Academy Awards for Best Song

Academy Awards 2016: Who Will Win Best Original Song?

We’ve done some tricky math — okay, there was very little math involved, just some deep pondering and four glasses of wine (see, we had to count) — to examine the Academy Award nominees for Best Original Song. Our very non-algebraic formula has worked for three years running, and once again we’re going out on a proverbial limb to correctly predict a winner ahead of the Oscars this Sunday (February 28).

Without further ado, the nominees for Best Original Song are:

“Earned It” from Fifty Shades of Grey
Music and Lyrics The Weeknd, Ahmad Balshe, Jason Daheala Quenneville and Stephan Moccio

“Manta Ray” from Racing Extinction
Music by J. Ralph; Lyrics by Antony Hegarty

“Simple Song #3″ from Youth
Music and Lyrics by David Lang

“Til It Happens To You” from The Hunting Ground
Music and Lyrics by Diane Warren and Lady Gaga

“Writing’s On The Wall” from Spectre
Music and Lyrics by Sam Smith and Jimmy Napes

For those of you old enough to recall, Diane Warren has been nominated seven times prior to this year, dating all the way back to 1987 for a movie called Mannequin about a department store dummy that comes to life in the form of Kim Cattrall (seriously, Google it). Well, this year, for her eighth nomination, Warren ratchets up the gravitas (which speaks to voters) and she could actually — finally — win. Sure, she’s got to share the nomination and the award with Lady Gaga (her first Oscar nod), but the haunting “Til It Happens To You” from The Hunting Ground is the song to beat in this year’s race.

For some perspective, there are only two repeat nominees from the Golden Globes (back in January): “Simple Song #3, ” from the well-received film Youth, is both sweeping and gorgeous in its classical, operatic flair, and boasts Jane Fonda and Michael Caine among its stars. But we’re pretty sure award-winning composer and nominee David Lang will have to take the nomination as his award. (Heck, he’s already got a Pulitzer). This year’s Golden Globe winner, “Writing’s On The Wall, ” from the James Bond flick Spectre, has Sam Smith and Jimmy Napes vying for a second win of this awards season (although it’s their first Oscar nom). But we think, at best, Smith and Napes will find themselves in a tug-of-war with Ms. Warren and Gaga for the golden little guy come Sunday.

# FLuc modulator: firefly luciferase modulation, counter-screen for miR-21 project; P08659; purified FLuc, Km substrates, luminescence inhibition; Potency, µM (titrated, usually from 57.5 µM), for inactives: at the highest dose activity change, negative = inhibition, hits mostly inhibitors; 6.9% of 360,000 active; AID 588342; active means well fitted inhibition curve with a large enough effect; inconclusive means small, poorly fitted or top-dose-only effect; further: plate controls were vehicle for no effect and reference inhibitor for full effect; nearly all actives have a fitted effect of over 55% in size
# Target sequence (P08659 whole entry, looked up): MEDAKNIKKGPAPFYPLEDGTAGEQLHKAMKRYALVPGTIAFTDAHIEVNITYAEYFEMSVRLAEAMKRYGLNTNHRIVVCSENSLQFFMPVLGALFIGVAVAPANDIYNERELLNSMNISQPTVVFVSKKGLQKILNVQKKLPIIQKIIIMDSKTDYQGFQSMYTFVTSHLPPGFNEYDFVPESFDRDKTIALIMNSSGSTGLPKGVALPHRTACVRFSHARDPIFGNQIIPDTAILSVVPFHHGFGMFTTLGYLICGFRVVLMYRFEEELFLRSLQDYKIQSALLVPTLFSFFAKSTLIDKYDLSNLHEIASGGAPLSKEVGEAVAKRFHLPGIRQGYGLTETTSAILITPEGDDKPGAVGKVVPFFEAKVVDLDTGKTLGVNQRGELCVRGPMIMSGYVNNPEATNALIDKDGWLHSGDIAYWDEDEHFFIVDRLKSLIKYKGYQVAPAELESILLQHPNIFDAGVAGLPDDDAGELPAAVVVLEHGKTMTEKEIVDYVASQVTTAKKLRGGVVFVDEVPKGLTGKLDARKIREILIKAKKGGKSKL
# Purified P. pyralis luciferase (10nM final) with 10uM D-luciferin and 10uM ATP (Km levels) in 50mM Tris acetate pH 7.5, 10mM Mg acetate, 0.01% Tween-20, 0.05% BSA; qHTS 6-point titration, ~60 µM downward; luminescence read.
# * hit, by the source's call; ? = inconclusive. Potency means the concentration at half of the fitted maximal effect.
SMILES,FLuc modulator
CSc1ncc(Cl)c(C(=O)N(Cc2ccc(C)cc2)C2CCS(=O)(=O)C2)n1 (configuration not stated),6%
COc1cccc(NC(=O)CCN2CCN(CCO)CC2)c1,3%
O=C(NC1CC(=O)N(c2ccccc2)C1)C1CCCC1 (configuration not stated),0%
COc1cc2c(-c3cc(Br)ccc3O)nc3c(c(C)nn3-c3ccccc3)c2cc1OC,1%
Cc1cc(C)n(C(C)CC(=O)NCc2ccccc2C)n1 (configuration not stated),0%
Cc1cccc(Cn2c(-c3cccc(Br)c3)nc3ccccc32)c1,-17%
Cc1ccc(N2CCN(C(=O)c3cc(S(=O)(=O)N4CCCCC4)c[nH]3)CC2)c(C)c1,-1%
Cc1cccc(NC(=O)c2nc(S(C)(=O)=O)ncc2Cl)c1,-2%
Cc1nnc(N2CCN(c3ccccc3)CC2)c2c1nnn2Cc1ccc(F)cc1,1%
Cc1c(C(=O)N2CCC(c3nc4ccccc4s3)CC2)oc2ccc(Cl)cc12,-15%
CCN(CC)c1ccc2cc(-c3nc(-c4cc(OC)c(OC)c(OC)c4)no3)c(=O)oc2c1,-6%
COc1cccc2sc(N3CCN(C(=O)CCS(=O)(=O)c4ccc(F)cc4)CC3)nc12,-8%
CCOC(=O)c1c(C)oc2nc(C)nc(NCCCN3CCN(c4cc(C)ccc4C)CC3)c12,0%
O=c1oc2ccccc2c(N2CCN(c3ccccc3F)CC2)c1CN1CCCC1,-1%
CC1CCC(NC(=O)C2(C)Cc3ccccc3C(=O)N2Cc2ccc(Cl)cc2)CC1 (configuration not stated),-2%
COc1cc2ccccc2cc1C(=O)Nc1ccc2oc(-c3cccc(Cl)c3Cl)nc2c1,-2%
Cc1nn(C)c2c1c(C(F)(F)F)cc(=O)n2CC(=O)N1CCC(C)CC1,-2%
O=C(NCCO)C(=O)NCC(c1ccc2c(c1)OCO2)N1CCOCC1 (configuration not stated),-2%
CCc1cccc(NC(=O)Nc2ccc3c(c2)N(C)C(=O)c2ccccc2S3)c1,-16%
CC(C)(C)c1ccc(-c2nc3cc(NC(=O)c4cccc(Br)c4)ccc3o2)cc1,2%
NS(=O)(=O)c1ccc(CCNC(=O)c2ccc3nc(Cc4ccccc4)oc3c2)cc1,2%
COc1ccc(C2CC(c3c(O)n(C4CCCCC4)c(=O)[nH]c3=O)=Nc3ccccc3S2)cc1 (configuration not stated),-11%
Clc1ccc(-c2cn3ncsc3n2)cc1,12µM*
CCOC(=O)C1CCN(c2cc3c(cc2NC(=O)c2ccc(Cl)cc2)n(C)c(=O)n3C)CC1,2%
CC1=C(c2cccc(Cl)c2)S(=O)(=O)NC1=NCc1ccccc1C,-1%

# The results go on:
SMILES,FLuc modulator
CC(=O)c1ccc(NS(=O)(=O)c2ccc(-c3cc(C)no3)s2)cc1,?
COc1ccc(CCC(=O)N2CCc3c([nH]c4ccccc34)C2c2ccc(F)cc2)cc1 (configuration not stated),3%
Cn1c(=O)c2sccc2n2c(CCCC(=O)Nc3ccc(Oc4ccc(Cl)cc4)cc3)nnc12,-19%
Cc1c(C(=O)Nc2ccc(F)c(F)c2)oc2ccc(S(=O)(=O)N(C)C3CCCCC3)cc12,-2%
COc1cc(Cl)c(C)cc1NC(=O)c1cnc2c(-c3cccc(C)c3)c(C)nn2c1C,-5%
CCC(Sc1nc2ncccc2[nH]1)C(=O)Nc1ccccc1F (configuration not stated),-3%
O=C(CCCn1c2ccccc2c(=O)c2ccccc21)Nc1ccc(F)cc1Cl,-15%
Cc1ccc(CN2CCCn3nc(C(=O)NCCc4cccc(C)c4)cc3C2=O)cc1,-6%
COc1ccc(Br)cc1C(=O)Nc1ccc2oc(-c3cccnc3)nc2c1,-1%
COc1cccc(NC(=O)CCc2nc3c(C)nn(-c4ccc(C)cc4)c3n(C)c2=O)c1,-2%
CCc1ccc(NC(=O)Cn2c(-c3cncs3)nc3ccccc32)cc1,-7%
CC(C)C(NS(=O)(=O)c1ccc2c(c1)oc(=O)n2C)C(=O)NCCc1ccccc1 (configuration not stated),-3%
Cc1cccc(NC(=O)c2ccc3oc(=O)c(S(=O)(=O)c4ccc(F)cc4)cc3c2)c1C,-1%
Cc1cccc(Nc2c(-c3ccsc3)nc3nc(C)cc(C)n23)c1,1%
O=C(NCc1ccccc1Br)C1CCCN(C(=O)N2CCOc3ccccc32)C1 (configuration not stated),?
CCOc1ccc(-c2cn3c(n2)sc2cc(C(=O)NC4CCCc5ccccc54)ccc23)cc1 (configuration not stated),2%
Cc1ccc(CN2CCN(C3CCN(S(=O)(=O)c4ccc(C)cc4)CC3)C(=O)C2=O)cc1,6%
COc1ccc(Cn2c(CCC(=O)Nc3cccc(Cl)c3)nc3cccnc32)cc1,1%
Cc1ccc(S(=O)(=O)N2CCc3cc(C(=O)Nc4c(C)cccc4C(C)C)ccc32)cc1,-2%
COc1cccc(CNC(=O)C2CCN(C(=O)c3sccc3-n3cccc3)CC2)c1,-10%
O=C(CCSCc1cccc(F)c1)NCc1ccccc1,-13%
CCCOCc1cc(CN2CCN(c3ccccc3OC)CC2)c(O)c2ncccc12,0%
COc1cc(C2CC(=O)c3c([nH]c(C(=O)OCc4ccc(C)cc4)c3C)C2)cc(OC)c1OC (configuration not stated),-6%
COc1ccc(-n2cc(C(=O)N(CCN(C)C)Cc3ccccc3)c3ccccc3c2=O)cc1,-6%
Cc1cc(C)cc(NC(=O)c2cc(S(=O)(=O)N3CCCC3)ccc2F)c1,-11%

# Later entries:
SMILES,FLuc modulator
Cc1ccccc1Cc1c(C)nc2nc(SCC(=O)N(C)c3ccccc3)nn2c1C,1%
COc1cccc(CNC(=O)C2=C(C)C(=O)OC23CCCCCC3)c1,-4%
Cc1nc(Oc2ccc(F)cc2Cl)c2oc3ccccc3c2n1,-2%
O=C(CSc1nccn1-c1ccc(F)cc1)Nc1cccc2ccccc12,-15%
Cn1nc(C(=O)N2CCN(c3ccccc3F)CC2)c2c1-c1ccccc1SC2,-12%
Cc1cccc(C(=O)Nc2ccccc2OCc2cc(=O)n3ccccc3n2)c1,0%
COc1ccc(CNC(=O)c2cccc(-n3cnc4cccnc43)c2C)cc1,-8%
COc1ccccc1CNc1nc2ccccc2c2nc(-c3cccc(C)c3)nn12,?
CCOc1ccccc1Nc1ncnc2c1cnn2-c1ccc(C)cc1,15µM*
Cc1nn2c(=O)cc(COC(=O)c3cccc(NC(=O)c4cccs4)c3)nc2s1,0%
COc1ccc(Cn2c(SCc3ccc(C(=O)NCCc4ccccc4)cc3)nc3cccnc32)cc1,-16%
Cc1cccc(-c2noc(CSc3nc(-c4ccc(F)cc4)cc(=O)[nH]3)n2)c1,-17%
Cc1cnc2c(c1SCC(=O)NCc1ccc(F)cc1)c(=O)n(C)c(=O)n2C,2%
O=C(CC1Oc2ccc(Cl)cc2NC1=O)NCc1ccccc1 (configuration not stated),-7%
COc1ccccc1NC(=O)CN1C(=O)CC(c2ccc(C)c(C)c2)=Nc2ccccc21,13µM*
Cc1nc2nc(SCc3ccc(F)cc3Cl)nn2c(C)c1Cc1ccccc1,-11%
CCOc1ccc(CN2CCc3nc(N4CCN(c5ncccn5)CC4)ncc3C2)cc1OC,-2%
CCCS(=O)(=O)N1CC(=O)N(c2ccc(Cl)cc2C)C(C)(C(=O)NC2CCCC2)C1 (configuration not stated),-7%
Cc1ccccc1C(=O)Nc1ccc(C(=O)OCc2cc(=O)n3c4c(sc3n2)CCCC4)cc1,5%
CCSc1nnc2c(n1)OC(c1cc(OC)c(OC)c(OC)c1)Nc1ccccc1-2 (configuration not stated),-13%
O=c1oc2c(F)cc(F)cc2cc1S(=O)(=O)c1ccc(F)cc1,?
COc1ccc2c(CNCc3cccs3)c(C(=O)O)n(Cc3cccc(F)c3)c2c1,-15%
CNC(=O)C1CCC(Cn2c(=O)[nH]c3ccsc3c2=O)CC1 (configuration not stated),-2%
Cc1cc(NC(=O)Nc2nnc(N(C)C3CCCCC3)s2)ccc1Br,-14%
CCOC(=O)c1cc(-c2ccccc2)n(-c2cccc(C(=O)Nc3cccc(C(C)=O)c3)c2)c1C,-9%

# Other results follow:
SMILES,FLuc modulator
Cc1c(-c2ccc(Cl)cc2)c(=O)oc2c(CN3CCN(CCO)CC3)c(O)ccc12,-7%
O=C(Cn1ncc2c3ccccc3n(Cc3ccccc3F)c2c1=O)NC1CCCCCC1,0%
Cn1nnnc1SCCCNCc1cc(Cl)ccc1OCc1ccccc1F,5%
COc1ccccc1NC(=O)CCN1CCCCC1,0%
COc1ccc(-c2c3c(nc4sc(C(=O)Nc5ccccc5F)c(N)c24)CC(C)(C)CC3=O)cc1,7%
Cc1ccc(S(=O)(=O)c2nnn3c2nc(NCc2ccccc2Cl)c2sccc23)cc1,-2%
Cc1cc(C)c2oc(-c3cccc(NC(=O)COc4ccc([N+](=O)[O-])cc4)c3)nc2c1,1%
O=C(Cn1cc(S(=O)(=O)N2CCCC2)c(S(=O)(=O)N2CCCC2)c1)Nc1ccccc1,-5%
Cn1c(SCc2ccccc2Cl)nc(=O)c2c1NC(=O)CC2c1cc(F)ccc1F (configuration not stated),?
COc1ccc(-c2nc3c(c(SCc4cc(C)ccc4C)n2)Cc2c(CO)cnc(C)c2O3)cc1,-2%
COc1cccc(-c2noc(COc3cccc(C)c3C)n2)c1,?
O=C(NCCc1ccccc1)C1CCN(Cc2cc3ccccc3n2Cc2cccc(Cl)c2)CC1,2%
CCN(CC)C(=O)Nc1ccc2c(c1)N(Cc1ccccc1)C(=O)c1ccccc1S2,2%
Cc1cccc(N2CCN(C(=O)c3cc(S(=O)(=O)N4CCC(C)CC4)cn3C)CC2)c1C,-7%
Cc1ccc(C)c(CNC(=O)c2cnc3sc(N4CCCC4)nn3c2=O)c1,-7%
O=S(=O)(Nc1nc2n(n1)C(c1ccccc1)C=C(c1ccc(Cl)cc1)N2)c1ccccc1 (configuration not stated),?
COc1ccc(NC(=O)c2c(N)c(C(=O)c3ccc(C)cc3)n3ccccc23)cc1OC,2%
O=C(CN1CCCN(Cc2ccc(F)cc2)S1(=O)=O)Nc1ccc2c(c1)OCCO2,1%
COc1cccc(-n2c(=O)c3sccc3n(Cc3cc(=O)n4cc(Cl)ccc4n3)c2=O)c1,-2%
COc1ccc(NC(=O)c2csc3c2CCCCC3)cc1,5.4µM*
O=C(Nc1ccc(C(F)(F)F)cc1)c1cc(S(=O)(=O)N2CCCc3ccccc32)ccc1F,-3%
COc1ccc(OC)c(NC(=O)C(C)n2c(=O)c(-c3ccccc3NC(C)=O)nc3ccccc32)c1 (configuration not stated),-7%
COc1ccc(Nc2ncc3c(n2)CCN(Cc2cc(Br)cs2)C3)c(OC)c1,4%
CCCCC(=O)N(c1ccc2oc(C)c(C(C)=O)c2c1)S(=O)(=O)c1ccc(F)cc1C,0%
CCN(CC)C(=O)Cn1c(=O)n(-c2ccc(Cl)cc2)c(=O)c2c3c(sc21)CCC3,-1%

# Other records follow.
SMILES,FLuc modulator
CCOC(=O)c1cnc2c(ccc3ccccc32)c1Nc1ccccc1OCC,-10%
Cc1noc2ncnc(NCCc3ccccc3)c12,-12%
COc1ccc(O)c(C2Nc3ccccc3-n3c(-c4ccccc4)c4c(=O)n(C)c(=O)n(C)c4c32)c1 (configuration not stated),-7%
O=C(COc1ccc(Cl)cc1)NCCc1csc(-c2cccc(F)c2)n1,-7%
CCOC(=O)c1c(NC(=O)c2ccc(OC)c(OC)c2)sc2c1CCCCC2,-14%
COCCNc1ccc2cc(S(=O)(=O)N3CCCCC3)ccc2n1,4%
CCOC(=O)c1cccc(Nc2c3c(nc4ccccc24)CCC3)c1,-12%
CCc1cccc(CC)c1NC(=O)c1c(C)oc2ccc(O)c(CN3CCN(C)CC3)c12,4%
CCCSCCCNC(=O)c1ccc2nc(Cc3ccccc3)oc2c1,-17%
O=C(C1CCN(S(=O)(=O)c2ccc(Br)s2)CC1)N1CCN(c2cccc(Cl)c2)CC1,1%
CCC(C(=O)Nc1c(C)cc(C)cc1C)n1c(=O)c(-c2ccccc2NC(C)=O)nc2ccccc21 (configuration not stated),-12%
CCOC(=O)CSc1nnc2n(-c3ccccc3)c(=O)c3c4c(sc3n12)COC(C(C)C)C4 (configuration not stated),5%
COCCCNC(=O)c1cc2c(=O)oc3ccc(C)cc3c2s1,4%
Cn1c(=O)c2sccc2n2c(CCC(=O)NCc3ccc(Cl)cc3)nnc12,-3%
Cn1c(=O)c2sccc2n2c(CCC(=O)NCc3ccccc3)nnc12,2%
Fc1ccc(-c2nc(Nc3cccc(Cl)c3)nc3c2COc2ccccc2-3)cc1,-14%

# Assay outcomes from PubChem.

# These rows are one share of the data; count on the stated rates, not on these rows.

Snubbed by the Academy this year (and thought to be a sentimental sure-thing after Paul Walker’s death) was “See You Again” from Furious 7. The aging Oscar voters probably never saw the first installment of the series, let alone the seventh, so they never got the memo about action-movie, in-memoriam honorees.

The other two nominees this year are “Earned It” from Fifty Shades Of Grey and “Manta Ray” from Racing To Extinction. Interestingly enough, there was another Fifty Shades song on the Golden Globes’ list of nominees last month (“Love Me Like You Do”) but the song swap-out does little for this Shades song’s chances. “Manta Ray” is an absolutely lovely song, but it’s quite somber, and it’s from such a little-seen film. [Editor’s note: Read the gripping write-up on why Antony will not be attending the Academy Awards.] So it really makes this year’s contest: Sam Smith and Jimmy Napes versus and Gaga and Warren.

Who Could Win:
If there was ever an upset, it would be “Earned It, ”, but we don’t think the Academy is hip enough to the musical musings of these joint nominees. So it’s Sam Smith’s and Jimmy Napes’ to lose to “Til It Happens to You.”

Who Should Win:
Warren deserves a damn statue already — it’s been 28 years! Plus, given its powerful message and resolute lyrics, the emotionally-charged “Til It Happens to You” is just what the Academy looks for when it’s handing out statues.

Who Will Win:
“Til It Happens To You” from The Hunting Ground. Set aside the fact that Diane Warren has been snubbed for almost 30 years, and the song still wins. The Academy desperately needs to remain relevant with younger generations — which this song speaks to — and if you add the youth appeal of Lady Gaga (her Liza-Minnelli-inspired outfit from Super Bowl 50 notwithstanding) this duo represents both old-school and new, and should be a lock for the golden statue.

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